Traders make a 'killing' from selling political party paraphernalia

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Uwamahoro (left) attends to a customer. The crafts dealer has added RPF paraphernalia to boost her earnings. / Joan Mbabazi

It is a hot Friday afternoon and many enthusiastic supporters of parties vying for the August 3-4 presidential election are busy checking out different products with their party colours. Products in Rwanda Patriot Front (RPF) colours outnumber the rest on a 99:1 ratio, and it looks like buyers are RPF party support.

Pacifique Uwifashije, a youthful supporter of the party, is however yet to get himself a T-shirt designed in party colours. He moves from vendor to vendor hoping to get a fair price for the T-shirt and finally, his face beams up as he pays Rwf9,500 for the T-shirts after one of the tens of vendors agree to give him a discount. The other vendors were selling the T-shirts at Rwf13,000 each. Like Uwifashije, many other party faithfuls are busy bargaining for T-shirts or other paraphernalia, including key holders, car stickers, scarves, caps and many other items with RPF party colours.

“I wonder why the T-shirts and stickers are so expensive yet these sellers are not reducing the prices but for the love I have for my party, I have to buy because I need to be smart throughout the campaigns, said Uwifashije.

Emmanuel Bucyana, ones of the traders, said he will take full advantage of the campaign period to make money he would have ordinarily earned in two or three months “since there are many buyers”. The T-shirts are made by his fashion firm called Tex Print, that manufactures clothes.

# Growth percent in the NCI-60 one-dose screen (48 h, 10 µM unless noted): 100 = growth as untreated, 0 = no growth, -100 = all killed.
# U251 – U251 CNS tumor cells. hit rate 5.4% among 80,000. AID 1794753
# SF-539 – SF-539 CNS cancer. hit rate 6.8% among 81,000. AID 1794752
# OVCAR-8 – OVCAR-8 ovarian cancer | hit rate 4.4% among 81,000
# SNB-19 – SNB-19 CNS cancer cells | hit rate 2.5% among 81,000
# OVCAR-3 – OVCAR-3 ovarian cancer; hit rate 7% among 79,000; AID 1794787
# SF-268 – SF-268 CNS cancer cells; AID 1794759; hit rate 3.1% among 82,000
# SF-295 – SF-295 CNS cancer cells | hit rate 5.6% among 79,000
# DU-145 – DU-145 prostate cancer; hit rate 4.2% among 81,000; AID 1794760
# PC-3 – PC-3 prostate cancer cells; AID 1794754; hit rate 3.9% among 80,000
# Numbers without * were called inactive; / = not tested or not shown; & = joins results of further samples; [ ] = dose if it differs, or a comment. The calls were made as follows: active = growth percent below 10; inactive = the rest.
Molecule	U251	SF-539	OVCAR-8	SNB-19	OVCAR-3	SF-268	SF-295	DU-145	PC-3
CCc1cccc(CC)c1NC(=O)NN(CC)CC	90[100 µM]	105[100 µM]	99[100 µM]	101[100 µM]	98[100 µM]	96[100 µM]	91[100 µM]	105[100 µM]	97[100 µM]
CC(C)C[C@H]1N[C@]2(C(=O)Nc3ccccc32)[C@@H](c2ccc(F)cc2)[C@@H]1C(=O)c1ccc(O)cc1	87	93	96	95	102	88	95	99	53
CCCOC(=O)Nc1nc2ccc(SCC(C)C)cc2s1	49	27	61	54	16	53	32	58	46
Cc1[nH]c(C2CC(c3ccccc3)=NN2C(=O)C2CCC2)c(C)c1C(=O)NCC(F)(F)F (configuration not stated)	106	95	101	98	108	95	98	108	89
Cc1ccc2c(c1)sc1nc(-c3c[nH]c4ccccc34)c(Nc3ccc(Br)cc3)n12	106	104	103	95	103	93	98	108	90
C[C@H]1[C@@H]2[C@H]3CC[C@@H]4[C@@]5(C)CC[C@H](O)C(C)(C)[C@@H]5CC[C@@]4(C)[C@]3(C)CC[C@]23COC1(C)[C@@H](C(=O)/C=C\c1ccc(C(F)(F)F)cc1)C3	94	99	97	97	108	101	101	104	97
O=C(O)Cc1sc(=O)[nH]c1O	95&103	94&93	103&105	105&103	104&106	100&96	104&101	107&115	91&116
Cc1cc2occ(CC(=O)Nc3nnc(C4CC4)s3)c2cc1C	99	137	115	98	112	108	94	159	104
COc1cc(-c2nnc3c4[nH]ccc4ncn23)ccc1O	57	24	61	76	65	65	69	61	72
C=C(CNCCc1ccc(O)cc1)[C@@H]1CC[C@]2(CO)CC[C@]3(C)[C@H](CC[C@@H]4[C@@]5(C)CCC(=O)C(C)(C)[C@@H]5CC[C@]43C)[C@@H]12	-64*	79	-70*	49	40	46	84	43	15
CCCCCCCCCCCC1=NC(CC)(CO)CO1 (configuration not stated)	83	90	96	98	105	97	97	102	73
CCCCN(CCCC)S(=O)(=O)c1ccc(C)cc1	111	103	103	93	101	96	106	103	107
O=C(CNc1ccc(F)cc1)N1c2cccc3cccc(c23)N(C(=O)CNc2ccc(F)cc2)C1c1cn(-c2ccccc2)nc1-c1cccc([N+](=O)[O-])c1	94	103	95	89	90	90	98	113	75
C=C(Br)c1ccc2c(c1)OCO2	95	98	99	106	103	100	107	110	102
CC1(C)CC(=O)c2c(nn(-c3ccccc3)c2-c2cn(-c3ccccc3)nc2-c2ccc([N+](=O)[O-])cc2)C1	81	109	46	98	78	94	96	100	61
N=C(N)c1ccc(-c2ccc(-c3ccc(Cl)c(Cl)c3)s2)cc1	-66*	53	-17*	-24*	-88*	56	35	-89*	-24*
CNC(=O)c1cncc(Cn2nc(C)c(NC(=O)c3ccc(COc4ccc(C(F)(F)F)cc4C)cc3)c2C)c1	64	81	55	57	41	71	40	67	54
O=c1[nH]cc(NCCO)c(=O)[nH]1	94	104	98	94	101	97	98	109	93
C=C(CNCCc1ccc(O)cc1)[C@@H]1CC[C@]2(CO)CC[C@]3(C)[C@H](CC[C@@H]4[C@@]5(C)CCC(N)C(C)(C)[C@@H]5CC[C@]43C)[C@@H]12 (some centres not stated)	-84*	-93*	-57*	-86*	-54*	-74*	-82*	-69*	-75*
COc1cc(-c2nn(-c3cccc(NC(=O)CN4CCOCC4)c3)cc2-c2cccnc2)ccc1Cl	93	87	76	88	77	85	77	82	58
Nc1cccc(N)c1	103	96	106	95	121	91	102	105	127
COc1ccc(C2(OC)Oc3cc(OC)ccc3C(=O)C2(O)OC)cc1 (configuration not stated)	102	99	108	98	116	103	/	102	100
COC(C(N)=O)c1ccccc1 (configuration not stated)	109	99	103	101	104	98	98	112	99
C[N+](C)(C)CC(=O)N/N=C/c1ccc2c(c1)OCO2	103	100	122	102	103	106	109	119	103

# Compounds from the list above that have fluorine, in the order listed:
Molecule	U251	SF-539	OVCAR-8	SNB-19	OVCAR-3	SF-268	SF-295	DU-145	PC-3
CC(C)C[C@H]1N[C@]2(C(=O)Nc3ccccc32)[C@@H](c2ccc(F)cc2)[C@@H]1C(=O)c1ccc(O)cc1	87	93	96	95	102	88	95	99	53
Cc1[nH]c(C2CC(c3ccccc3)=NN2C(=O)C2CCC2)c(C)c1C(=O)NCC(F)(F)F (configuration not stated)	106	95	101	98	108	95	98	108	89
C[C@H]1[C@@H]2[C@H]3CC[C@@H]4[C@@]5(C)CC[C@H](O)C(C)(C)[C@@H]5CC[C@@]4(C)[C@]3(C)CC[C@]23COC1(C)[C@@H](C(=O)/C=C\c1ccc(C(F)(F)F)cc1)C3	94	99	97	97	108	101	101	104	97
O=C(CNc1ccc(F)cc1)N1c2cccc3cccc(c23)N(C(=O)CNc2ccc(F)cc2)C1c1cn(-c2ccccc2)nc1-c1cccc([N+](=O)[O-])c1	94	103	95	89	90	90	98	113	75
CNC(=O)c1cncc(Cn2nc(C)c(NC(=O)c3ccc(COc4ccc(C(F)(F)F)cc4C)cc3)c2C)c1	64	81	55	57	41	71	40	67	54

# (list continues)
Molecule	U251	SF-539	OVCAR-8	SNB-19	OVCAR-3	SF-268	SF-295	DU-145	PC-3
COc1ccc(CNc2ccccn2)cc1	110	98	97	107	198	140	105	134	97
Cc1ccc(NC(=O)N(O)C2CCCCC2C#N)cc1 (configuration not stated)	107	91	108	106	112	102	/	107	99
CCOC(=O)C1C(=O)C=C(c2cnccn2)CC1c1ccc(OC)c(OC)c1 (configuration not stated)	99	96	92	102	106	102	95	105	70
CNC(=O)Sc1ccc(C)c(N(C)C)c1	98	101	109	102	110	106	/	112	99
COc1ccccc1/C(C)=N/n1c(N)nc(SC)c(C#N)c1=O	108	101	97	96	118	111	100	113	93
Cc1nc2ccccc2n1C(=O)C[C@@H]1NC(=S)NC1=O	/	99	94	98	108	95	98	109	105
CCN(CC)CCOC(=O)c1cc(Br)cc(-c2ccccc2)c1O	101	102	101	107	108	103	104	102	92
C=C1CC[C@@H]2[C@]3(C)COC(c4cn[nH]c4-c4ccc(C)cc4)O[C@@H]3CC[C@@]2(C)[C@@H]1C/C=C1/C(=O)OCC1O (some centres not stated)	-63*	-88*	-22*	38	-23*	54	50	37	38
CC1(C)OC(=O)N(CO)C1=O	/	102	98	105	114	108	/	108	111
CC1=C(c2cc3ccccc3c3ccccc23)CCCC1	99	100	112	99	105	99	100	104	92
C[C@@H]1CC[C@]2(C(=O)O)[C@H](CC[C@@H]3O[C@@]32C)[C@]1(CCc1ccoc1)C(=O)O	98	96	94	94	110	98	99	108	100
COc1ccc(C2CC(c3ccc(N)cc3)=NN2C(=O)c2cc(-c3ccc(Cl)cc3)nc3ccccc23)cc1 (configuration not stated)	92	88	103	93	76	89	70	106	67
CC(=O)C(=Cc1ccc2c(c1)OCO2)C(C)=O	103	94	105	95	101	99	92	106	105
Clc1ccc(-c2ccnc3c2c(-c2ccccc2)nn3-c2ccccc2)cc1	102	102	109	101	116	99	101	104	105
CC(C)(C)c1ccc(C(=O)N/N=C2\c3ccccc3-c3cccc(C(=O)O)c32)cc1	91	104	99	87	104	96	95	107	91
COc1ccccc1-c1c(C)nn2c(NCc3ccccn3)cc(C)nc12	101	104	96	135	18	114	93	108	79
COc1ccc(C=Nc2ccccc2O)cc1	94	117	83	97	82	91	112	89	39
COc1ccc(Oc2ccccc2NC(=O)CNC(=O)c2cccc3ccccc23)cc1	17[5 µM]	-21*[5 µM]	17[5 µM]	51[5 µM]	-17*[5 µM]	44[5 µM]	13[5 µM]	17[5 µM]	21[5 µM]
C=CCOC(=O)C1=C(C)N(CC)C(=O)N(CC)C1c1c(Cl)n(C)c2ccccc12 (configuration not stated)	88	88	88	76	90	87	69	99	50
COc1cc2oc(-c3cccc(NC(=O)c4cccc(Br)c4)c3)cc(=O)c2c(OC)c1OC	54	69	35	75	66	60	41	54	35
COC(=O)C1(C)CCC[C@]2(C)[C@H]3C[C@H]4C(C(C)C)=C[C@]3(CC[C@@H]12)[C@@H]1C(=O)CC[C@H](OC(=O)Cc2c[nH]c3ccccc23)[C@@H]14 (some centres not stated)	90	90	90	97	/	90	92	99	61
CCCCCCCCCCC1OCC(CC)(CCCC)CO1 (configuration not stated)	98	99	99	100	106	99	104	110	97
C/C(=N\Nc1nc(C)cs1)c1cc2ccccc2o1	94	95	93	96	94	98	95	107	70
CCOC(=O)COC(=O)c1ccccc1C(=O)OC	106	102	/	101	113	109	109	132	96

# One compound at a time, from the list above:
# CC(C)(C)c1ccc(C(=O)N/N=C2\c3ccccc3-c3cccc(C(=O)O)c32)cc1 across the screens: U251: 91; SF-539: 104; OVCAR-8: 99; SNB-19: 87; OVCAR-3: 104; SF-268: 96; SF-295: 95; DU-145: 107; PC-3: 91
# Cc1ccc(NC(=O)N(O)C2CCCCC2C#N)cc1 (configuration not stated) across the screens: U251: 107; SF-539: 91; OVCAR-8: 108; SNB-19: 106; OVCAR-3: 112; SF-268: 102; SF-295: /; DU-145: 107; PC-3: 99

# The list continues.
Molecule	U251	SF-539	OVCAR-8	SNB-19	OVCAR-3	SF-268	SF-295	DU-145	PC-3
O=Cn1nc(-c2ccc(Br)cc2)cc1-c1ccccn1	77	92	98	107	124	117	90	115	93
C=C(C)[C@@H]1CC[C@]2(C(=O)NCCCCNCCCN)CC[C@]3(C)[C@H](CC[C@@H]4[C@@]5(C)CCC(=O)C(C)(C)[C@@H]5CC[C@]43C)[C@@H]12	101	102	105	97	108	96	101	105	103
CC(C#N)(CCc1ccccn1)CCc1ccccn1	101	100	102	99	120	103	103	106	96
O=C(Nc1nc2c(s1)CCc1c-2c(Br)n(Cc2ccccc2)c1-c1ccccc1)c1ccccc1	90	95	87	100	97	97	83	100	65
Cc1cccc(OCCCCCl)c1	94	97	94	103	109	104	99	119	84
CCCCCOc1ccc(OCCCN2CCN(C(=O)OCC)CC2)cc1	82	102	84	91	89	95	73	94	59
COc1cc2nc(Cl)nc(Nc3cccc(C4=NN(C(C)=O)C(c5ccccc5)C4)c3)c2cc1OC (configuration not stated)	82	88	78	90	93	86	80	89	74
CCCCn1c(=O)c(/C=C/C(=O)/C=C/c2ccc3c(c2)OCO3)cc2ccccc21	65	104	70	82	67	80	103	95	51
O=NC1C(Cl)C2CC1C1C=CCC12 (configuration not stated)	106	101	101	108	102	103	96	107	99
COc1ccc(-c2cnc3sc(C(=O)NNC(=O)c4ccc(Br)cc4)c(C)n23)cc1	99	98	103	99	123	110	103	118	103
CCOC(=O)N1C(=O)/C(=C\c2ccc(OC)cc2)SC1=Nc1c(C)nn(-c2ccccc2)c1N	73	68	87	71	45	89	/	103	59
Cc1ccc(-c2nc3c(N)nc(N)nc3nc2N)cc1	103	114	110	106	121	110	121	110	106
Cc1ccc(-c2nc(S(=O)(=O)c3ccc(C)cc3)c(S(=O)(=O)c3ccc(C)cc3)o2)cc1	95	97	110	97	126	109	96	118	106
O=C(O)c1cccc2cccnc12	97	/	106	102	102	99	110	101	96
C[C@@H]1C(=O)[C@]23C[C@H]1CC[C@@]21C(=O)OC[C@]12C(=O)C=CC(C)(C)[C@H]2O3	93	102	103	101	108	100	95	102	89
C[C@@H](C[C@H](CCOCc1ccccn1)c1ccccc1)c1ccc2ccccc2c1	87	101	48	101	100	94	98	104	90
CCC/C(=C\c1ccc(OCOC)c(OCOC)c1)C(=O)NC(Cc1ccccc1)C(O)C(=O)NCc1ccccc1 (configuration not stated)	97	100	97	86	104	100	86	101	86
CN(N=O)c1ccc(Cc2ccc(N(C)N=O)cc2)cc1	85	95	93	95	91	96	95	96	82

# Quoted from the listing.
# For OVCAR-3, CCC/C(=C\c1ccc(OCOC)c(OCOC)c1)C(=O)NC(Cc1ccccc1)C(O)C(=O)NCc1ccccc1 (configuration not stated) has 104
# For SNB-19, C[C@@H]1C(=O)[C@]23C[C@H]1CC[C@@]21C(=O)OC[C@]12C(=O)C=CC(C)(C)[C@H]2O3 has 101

“We have to fully “milk” this opportunity and make money. Since I make these items myself, I can afford to give customers discounts compared to other traders. I prefer to sell at a bargain and get more buyers,” said Bucyana, adding that sales are promising so far. I will open up new trading centres during the campaigns so that I can maximise this windfall opportunity, he added.

For Jane Mutesi, who is vending RPF T-shirts and car stickers, the two items are like ‘hot cakes’ because of the President’s picture printed thereon. T-shirts cost a high of Rwf13,000 and car stickers are at Rwf20,000, which Mutesi attributes to the fact that they bear the President’s portrait. People have been buying them in big numbers, and business will get better as campaigns spread across the country, she added.

Mashon, a young entrepreneur, believes that it is important to rally RPF’s effort in any possible way. The youth sells T-shirts, pens, clocks, car stickers, shopping bags, caps, flash disks and cups with party colours and presidential candidate portrait. “This is the only way I can best support my candidate,” he said, adding that “response is at it best”.

Jocelyn Uwamahoro runs a crafts shop that deals in African-themed items like jewelry and attires. With the onset of the presidential campaigns, she decided to add paraphernalia of the dominant political party like key holders and bracelets.

“The gamble worked since some of the customers who come for other products end up buying party bracelets and key holders, too. This will boost my earnings for the coming weeks,” she said.

She sells bracelets at Rwf2,000 and key holders go for Rwf1,000.

“The main motive of selling party items is because I want to make more money and also support the party,” explained Uwamahoro.

“Presently, customers are not aware that I am selling party products, but I am hoping to get more buyers by the end of the week,” she said over the weekend.